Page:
Iceland briefly believed it had made history by electing Europe's first female-majority parliament - before a recount showed it had just fallen short.
Some 30 of the 63 seats (47.6%) were won by women.
But earlier results had showed women winning 33 seats (52%).
No European country has breached the 50% threshold, with Sweden coming closest at 47%, according to data from the Inter Parliamentary Union.
The results mean a further six women have been elected to Iceland's parliament, but men still hold a majority of seats.
Unlike some other countries, Iceland does not have legal quotas on female representation in parliament, though some parties do require a minimum number of candidates be women.
Initially, the apparent female-majority in parliament was hailed as a landmark achievement.
"In a historical and international light, the most significant news is that women are now first time in majority in the Icelandic parliament, and a first in Europe. This is good news," President Gudni Johannesson told broadcaster RUV before the recount.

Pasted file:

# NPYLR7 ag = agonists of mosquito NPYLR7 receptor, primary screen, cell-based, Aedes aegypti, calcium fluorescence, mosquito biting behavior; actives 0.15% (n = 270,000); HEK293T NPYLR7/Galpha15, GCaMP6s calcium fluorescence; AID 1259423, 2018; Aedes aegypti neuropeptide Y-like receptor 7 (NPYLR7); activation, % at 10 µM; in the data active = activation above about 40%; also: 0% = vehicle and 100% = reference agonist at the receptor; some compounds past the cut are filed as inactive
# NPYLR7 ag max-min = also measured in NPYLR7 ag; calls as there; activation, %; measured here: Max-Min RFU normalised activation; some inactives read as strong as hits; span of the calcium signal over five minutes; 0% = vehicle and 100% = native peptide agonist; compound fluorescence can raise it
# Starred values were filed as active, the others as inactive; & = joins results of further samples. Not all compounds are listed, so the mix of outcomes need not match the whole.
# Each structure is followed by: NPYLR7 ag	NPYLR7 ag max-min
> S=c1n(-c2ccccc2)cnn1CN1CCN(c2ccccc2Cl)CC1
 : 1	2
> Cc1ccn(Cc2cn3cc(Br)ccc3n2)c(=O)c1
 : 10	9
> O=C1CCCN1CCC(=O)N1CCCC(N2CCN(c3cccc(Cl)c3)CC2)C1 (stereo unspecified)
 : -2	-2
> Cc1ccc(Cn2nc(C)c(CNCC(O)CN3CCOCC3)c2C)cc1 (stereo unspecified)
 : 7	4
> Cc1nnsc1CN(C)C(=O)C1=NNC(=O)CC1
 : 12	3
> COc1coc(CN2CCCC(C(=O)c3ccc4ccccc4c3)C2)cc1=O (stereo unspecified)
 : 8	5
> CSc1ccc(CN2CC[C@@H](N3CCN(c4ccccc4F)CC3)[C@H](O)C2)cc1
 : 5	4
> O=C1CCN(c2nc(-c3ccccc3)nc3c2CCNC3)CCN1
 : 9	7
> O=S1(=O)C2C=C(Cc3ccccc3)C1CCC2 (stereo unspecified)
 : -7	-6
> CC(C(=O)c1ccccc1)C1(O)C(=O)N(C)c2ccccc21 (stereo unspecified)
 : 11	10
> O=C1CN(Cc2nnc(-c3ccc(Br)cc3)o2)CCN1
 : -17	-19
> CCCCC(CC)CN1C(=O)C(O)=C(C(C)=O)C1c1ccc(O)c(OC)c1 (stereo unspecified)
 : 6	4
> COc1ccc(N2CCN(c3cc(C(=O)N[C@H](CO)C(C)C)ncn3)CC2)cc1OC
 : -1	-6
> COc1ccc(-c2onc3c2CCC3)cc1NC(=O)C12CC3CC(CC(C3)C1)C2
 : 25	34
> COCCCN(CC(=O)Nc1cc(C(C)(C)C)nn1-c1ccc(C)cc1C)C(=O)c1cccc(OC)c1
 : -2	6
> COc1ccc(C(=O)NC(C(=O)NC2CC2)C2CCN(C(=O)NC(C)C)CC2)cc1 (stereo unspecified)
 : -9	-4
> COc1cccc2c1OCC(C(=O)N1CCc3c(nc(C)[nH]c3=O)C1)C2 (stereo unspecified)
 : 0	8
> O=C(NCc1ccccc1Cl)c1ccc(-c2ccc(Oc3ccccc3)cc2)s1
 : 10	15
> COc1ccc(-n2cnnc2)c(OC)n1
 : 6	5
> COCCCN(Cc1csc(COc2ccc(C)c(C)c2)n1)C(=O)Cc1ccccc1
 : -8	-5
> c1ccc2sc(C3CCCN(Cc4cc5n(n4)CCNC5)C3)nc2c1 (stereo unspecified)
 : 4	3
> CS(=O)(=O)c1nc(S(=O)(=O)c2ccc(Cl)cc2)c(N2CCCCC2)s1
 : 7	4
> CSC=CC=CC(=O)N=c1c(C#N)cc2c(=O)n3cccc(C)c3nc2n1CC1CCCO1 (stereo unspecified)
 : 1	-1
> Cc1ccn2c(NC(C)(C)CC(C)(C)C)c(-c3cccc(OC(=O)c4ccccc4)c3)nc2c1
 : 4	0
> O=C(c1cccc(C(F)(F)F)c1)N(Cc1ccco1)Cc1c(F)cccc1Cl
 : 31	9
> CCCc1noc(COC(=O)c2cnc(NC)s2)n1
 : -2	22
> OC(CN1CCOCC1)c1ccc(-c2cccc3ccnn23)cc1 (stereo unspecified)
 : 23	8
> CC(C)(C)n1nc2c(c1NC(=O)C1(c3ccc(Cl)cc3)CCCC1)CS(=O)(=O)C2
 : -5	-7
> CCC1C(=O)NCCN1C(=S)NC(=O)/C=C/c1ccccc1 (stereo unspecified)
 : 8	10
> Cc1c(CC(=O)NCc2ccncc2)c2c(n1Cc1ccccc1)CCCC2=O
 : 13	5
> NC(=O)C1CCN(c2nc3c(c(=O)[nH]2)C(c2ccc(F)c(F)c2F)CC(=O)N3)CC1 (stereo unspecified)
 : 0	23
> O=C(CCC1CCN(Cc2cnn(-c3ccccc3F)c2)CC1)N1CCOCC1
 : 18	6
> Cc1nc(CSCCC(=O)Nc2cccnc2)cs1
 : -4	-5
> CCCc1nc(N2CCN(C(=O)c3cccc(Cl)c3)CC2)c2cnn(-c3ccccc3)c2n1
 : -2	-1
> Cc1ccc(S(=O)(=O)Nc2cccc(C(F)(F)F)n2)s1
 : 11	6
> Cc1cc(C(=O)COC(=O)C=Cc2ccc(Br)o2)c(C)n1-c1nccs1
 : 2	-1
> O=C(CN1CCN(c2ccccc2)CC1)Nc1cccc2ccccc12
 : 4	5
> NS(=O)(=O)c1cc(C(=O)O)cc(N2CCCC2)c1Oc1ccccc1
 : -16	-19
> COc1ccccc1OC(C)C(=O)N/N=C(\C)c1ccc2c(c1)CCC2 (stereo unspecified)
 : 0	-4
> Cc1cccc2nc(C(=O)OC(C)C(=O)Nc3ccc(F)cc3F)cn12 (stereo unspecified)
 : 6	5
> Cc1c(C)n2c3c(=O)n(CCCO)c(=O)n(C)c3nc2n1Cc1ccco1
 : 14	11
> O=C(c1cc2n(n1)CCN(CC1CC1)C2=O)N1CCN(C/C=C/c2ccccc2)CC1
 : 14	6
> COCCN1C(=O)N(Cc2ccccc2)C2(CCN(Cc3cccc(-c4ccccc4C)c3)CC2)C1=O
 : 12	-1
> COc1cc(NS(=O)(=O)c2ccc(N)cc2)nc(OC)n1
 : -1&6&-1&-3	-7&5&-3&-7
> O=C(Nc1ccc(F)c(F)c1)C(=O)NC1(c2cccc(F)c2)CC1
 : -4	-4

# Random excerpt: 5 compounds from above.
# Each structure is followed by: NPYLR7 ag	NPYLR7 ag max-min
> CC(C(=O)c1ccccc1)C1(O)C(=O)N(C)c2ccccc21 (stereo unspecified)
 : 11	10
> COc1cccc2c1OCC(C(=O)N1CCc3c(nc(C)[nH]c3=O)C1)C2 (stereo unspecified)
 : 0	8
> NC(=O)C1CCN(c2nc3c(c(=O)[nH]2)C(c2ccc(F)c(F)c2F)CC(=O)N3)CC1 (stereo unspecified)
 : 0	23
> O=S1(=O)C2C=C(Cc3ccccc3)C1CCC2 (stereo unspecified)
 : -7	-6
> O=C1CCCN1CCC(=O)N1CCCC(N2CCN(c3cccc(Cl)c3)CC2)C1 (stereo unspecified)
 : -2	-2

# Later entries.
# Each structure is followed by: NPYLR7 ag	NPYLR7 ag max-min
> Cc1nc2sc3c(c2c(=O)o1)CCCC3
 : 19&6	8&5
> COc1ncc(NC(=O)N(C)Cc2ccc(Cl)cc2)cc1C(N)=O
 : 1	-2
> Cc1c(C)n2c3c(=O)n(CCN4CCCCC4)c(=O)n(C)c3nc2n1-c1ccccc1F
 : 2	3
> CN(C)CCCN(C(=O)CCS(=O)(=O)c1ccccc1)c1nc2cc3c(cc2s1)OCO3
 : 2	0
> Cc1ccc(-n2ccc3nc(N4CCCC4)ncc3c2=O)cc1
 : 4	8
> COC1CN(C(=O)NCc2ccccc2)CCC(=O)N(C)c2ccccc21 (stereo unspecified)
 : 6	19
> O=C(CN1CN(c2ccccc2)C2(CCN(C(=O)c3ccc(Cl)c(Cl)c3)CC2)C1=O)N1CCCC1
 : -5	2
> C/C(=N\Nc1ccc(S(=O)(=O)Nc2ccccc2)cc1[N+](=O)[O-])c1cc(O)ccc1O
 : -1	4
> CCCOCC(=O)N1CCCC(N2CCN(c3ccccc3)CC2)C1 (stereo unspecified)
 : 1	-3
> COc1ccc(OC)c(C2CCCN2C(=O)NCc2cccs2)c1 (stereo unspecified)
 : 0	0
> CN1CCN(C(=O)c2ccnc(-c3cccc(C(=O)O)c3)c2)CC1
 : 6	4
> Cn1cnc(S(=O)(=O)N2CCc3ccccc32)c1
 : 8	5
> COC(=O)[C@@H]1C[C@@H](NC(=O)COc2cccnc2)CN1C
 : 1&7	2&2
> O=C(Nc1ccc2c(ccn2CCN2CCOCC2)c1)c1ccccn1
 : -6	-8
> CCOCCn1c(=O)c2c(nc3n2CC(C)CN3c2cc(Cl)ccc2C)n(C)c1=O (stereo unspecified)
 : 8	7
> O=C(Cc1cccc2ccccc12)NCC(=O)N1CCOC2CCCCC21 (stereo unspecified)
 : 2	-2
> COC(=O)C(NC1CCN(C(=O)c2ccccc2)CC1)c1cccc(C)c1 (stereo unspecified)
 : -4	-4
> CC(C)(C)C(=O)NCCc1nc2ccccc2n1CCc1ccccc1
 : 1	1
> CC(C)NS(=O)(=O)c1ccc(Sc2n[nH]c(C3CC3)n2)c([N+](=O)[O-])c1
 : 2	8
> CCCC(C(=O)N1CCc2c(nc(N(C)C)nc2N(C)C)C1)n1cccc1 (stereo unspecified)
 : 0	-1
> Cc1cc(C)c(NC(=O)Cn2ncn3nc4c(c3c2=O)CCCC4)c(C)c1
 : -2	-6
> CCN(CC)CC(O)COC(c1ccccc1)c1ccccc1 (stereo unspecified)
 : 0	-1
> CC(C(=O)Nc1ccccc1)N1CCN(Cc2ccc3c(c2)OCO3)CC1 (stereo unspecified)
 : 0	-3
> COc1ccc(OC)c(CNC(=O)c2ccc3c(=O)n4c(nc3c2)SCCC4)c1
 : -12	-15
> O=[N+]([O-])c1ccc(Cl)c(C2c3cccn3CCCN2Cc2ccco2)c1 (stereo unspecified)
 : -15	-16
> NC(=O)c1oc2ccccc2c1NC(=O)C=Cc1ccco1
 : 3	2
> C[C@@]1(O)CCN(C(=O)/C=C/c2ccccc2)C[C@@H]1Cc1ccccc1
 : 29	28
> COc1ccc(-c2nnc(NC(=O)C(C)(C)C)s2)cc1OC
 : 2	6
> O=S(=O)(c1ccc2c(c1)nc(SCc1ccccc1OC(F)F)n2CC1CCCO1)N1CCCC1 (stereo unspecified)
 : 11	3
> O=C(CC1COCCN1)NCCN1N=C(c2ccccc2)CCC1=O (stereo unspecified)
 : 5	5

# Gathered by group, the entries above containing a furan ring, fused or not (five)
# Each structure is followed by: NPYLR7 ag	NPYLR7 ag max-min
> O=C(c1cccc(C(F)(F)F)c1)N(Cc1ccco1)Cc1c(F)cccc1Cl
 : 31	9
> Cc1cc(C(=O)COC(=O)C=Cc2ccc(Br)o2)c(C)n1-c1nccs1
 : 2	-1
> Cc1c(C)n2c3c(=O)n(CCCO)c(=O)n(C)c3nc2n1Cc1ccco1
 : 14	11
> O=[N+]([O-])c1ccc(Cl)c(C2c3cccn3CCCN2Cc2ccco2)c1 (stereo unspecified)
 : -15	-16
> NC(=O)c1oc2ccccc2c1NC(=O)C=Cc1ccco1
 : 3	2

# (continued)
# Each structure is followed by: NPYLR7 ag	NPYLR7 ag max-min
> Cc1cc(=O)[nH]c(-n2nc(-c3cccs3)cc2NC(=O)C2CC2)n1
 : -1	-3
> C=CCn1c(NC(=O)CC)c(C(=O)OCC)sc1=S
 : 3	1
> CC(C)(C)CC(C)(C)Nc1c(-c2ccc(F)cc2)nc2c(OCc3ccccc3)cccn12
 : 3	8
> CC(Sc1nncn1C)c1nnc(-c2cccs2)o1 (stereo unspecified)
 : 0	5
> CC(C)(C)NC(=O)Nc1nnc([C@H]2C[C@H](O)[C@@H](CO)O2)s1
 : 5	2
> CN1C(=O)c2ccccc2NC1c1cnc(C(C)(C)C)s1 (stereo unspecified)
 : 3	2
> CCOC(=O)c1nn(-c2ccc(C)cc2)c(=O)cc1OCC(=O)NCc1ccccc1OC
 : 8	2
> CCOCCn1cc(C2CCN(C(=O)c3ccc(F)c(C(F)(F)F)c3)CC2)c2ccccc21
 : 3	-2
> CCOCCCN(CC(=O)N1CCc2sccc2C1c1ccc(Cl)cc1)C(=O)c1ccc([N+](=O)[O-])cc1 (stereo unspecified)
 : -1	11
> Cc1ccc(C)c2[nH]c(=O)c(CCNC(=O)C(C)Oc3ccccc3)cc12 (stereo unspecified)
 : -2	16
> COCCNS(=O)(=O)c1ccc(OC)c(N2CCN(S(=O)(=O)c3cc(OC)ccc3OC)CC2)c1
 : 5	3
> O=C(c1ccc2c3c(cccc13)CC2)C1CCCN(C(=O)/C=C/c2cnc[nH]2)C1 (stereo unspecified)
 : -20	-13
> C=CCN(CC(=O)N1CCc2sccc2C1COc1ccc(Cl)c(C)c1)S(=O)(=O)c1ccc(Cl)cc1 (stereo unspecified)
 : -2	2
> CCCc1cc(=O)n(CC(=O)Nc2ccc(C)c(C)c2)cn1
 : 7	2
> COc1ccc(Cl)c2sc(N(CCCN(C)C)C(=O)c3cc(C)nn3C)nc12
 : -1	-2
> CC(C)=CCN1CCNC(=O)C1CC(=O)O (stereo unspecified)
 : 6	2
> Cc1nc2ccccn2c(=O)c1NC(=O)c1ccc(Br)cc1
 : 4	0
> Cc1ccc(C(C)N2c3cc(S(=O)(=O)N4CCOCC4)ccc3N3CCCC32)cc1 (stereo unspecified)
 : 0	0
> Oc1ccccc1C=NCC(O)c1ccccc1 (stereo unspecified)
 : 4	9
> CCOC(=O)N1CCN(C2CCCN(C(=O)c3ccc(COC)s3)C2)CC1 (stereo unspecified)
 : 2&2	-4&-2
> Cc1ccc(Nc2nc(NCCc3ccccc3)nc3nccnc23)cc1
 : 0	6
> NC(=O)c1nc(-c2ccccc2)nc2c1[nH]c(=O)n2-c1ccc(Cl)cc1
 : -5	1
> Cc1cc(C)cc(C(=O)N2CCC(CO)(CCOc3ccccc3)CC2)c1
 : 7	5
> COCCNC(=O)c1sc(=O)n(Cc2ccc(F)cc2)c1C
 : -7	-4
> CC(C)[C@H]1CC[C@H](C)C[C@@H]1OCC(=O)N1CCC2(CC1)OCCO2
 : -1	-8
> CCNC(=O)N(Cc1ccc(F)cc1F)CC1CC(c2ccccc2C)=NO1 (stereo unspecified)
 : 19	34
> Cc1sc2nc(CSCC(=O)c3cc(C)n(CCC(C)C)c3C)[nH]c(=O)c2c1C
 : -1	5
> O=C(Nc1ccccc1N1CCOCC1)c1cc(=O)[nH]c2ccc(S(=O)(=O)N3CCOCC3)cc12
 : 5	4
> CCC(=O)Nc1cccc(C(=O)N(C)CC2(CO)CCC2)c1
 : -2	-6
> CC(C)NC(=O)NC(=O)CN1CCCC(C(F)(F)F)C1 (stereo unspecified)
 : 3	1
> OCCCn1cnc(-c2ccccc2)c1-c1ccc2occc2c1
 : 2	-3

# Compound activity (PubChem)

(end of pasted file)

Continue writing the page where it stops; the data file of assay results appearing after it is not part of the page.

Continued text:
Iceland has long been considered a leader in gender equality and was ranked the most gender-equal nation in the world for the 12th year running in a World Economic Forum report released in March.
It offers the same parental leave to both men and women, and its first law on equal pay for men and women dates back to 1961. It was also the first country in the world to elect a female president in 1980.
Just five countries currently have parliaments where women hold at least half the seats. Rwanda leads the way, with women making up 61.3% of the members of its lower house.
It is followed by Cuba on 53.4%, Nicaragua on 50.6% and Mexico and the United Arab Emirates at 50%. Women make up just 34.2% of the members of the United Kingdom's House of Commons and just 27.6% of the House of Representatives in the United States.
Meanwhile, yesterday's election saw the incumbent left-right coalition government, led by Prime Minister Katrin Jakobsdottir, increase its majority.
However, her party, the Left Green Movement, looks set to lose several seats, while her right-wing partners gained five MPs, casting doubt over her future as prime minister.
Opinion polls had predicted that the coalition would fall short of a majority but a surge in support for the centre-right Progressive Party, which won five more seats than in 2017, pushed the coalition's total seats to 37, according to RUV.
The current government, which consists of the prime minister's Left-Green Movement, the conservative Independence Party and the centrist Progressive Party, said before the election that they would negotiate continued cooperation if they held their majority.